Pete Myers: Bird Life on the Beach


Pete Myers

November 14, 2022

Arts and Creativity
Environmental Health
Nature and Ecology

November 13, 2022 - January 13, 2023

Feeding, Fighting, Flocking and Frolicking: Photographic Insights into Shorebird Natural History

Georgia O’Keefe taught us not just to look, but to see the beauty of nature in its intimate details. She worked with subjects, often flowers, that at best move very slowly, but mostly not at all.

Birds, in contrast, move rapidly, often faster than our eyes can track.  With modern photographic equipment, I aspire to emulate O’Keefe: to capture intimate moments in birds’ lives that reveal details not evident to casual observers, and with these prints to share those moments with you.  Each one has a rich story behind it. And each depicts a part of the natural history of northern California’s sandy beaches.

These photographs capture vibrant details of the life of birds living, fighting, feeding and dying on the beaches of Point Reyes and Bodega Bay. They reveal aspects of the life of birds few casual observers will ever see.

Capturing these images only starts with modern photographic equipment.  Much more important are stealth, guile, and patience. And most important of all is that I have worked with many of these species for decades, here on Point Reyes, so I can often anticipate what they are about to do, and thus be prepared to catch their exquisite moments.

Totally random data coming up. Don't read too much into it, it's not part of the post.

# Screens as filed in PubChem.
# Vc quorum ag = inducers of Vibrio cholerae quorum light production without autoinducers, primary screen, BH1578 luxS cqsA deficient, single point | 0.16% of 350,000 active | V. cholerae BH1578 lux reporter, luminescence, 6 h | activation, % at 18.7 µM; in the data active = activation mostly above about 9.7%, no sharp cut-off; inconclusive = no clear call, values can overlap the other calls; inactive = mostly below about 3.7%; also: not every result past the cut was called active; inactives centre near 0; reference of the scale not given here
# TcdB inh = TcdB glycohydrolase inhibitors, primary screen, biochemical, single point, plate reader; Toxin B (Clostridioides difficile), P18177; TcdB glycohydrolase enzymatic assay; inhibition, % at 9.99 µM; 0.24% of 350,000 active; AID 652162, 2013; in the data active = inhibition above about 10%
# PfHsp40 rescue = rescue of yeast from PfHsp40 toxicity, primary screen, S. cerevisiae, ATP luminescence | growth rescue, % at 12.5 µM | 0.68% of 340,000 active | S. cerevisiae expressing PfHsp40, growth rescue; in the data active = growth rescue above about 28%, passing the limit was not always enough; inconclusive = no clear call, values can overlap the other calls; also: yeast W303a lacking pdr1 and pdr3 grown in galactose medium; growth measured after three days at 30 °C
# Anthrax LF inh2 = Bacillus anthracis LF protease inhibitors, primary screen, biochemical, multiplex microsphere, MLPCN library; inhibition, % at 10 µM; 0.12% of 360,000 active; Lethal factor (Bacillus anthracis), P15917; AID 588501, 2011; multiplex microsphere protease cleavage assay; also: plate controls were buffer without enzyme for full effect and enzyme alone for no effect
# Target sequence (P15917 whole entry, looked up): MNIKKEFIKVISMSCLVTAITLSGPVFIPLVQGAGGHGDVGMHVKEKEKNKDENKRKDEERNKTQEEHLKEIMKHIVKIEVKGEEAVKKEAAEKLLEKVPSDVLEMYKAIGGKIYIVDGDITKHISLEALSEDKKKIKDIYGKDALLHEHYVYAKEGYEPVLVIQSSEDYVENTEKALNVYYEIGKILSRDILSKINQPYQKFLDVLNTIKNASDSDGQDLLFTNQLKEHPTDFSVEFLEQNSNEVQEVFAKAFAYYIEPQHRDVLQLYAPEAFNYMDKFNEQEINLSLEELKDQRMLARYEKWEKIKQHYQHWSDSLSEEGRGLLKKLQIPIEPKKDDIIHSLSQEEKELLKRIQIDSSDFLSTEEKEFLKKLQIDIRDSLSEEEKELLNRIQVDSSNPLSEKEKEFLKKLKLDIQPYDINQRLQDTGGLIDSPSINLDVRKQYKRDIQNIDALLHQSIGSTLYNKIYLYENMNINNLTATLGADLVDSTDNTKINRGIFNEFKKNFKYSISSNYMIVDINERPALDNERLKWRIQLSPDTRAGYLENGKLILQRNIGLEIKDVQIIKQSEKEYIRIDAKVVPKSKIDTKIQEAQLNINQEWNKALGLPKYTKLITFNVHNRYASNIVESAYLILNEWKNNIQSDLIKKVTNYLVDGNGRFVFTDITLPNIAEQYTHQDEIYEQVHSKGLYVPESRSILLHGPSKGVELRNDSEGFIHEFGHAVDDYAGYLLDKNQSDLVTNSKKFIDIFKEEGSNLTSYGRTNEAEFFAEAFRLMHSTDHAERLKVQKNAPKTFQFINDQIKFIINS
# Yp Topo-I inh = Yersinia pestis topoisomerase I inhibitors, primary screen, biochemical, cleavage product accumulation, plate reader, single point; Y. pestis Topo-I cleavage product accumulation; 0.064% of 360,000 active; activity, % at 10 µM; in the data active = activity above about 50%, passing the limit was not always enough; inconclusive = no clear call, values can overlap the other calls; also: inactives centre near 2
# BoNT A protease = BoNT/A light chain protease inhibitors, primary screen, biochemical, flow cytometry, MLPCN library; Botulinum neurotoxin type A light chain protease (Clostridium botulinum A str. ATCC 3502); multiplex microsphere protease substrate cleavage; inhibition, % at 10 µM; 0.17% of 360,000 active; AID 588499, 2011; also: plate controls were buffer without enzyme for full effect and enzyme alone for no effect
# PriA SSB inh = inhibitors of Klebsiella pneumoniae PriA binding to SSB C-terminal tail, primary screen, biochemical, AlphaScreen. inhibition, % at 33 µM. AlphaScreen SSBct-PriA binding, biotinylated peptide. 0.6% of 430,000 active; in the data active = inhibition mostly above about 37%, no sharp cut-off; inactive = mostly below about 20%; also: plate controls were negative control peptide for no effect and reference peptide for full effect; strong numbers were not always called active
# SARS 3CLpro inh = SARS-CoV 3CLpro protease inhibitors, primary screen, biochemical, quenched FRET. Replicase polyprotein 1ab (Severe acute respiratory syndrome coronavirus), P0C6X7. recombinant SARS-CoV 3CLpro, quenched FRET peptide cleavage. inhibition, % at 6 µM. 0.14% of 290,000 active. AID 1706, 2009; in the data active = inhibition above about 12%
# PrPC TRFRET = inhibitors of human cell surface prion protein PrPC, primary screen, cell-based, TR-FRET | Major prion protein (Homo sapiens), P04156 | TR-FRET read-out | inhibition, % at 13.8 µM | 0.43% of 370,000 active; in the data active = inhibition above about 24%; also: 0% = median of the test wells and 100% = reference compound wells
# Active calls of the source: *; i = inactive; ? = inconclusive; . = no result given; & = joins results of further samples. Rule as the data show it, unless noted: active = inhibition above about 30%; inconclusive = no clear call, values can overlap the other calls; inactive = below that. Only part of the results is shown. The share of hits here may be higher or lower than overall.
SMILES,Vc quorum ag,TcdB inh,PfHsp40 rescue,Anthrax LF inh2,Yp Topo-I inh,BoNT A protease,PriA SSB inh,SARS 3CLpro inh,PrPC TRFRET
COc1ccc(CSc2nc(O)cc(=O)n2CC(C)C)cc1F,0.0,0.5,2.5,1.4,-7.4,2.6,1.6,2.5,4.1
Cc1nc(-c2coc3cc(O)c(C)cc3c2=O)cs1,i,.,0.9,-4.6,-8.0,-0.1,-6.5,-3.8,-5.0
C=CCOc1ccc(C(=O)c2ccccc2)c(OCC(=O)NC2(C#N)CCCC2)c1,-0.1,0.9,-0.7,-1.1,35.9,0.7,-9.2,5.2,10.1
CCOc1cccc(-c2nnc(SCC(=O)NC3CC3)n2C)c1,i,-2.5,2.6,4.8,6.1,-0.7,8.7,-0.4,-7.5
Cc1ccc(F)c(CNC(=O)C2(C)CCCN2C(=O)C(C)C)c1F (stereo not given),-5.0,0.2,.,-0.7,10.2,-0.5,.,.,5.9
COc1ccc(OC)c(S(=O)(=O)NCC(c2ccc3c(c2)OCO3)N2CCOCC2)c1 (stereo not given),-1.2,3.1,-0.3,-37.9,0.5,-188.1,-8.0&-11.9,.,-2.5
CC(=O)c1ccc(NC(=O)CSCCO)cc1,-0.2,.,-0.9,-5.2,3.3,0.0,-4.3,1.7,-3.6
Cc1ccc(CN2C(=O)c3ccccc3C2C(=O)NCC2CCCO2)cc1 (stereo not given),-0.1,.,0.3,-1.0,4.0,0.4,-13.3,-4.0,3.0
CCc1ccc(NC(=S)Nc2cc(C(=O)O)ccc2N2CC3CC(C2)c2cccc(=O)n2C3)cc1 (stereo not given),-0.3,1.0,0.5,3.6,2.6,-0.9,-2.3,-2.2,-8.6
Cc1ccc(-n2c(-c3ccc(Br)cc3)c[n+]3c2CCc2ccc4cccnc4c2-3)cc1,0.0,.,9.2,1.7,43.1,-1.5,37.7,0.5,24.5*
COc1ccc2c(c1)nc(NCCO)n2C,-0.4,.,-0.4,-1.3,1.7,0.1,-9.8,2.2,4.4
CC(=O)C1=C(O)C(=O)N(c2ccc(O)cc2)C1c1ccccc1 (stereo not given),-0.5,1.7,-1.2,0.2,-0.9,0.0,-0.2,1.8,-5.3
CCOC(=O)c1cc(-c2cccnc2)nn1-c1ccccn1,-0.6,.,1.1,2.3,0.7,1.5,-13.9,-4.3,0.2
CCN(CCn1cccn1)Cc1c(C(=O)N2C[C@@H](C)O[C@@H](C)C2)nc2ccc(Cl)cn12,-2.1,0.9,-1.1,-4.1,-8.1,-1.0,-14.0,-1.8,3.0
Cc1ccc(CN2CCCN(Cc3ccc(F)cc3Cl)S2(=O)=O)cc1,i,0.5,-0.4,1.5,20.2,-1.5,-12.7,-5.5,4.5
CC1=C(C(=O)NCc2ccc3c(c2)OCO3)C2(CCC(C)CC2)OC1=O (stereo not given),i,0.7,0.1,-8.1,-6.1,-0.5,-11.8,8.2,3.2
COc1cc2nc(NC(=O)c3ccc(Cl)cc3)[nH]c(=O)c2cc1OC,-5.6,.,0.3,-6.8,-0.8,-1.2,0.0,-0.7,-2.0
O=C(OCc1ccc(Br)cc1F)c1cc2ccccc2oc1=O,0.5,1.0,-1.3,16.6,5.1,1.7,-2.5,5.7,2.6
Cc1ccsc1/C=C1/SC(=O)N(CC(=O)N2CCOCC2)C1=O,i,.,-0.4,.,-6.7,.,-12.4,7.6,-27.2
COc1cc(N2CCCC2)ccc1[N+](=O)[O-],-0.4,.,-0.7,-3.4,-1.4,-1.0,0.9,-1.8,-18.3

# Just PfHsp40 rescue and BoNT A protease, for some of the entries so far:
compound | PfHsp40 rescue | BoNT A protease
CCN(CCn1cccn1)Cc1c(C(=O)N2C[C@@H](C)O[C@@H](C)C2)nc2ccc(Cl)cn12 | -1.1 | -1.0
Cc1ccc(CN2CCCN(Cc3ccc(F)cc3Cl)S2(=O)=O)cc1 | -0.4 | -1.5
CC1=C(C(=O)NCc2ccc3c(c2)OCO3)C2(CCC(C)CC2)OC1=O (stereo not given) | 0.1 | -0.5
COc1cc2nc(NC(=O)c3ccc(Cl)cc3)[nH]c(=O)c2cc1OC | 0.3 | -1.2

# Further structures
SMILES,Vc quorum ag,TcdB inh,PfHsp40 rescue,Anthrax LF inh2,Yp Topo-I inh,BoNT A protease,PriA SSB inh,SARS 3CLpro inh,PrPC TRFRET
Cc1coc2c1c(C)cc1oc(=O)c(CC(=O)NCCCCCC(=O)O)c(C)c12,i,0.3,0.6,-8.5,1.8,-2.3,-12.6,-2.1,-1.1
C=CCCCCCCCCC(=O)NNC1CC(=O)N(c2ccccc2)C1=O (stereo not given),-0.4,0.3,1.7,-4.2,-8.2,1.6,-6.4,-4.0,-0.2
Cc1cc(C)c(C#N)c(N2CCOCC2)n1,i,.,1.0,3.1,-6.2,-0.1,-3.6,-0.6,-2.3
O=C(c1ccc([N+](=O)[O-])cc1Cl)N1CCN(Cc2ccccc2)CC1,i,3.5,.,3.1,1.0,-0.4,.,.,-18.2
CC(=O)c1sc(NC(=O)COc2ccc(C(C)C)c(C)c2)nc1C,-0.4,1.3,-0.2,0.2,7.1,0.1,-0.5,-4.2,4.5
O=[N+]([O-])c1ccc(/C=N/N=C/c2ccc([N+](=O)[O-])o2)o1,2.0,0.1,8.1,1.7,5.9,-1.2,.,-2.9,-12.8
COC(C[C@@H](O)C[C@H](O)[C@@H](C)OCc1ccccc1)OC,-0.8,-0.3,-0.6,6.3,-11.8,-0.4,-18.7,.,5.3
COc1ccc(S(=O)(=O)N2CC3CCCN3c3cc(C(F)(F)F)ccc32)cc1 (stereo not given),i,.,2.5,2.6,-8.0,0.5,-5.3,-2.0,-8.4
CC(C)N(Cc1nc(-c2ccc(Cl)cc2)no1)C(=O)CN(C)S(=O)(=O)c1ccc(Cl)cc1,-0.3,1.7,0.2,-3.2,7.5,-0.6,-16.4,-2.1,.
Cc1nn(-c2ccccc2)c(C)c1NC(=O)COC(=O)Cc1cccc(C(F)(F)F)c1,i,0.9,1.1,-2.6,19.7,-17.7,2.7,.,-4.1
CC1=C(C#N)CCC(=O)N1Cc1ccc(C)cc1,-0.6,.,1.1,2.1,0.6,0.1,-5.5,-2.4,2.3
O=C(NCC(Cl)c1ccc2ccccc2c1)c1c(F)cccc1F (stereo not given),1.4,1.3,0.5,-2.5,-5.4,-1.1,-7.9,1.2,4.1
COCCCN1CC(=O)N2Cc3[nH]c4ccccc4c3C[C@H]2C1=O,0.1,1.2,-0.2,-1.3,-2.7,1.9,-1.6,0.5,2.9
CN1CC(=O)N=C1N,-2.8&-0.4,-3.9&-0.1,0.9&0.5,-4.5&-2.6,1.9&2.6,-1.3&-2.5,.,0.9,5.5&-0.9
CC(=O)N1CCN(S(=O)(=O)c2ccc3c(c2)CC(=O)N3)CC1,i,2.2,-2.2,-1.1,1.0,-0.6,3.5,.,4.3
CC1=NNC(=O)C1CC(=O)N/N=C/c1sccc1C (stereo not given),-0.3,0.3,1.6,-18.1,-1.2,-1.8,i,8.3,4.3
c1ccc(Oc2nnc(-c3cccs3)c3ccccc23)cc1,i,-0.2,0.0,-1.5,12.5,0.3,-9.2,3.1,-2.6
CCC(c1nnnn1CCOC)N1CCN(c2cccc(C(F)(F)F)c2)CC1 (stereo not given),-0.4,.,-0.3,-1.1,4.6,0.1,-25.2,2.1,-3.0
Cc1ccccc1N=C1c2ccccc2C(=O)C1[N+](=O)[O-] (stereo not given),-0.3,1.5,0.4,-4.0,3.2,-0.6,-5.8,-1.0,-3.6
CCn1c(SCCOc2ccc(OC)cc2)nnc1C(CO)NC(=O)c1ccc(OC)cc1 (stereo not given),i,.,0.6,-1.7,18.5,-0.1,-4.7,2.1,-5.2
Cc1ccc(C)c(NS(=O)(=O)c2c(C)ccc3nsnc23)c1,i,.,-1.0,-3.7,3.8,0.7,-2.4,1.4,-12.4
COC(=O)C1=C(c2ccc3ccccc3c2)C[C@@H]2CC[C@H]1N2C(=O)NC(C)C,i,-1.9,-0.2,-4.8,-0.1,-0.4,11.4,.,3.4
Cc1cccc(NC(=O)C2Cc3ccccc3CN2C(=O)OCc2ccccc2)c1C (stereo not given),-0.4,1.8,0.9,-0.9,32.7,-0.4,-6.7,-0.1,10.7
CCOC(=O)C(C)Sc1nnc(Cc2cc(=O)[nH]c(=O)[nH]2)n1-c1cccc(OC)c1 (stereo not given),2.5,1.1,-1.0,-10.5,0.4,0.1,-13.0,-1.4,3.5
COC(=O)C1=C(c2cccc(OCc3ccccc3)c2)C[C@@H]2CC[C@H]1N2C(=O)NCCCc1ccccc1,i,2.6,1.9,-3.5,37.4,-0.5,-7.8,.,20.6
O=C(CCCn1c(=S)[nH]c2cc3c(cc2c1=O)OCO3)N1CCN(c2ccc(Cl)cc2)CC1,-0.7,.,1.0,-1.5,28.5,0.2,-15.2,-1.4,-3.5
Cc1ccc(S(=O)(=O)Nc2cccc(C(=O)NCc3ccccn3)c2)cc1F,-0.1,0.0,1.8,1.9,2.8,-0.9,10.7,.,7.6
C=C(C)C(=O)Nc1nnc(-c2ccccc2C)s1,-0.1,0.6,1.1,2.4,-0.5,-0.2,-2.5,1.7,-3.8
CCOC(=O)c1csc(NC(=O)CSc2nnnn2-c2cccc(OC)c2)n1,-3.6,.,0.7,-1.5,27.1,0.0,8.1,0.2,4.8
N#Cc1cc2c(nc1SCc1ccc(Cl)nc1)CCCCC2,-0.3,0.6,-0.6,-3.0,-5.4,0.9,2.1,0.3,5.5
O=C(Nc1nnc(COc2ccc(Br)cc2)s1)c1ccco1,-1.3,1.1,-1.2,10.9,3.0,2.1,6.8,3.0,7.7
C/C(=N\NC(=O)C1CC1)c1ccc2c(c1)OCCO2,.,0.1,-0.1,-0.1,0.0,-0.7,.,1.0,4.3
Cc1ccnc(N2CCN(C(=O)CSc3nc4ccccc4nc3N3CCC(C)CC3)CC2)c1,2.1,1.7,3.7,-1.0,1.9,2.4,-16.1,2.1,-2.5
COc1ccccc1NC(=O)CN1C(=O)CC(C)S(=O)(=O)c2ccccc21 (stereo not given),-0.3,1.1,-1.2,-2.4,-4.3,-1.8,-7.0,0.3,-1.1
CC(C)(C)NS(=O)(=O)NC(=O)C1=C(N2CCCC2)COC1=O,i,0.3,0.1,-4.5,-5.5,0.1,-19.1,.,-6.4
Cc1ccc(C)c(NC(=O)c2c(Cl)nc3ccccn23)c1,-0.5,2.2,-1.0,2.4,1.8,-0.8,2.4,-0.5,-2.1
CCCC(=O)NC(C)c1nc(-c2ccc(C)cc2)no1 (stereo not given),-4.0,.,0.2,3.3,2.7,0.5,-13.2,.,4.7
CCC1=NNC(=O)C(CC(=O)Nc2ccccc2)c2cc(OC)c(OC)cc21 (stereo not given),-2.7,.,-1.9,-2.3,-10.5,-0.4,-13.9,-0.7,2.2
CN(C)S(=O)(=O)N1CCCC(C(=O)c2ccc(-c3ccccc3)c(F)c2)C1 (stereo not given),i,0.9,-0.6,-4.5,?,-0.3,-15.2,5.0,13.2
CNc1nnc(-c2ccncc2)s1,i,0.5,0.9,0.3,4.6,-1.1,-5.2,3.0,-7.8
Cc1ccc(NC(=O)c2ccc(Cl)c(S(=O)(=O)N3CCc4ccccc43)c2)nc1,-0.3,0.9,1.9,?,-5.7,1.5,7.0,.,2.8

I am so pleased to bring these photographs home to Point Reyes, to Commonweal.

Almost all these photographs were taken using a Sony a1 with either a 100-400 or 200-600 zoom and natural light


About the Artist

Pete Myers

The sandy beaches of northern California have been a part of my life since the 1970s, when I began studying the natural history, ecology, and behavior of sanderling for my dissertation at UC Berkeley. I was based at the Bodega Marine Lab, but wandered widely up and down the coast with many hours spent on Limantour Beach on Point Reyes. Since that era I have taken tens of thousands of photographs of birds that live on these sandy beaches.

My family and I spent half-a-dozen Christmas holidays at Commonweal, with me driving before dawn to Limantour Beach, including on Christmas mornings. What could be more invigorating, restorative and inspiring than witnessing dawn rise amidst hundreds of shorebirds on one of the world’s finest temperate beaches, with no other humans in sight?


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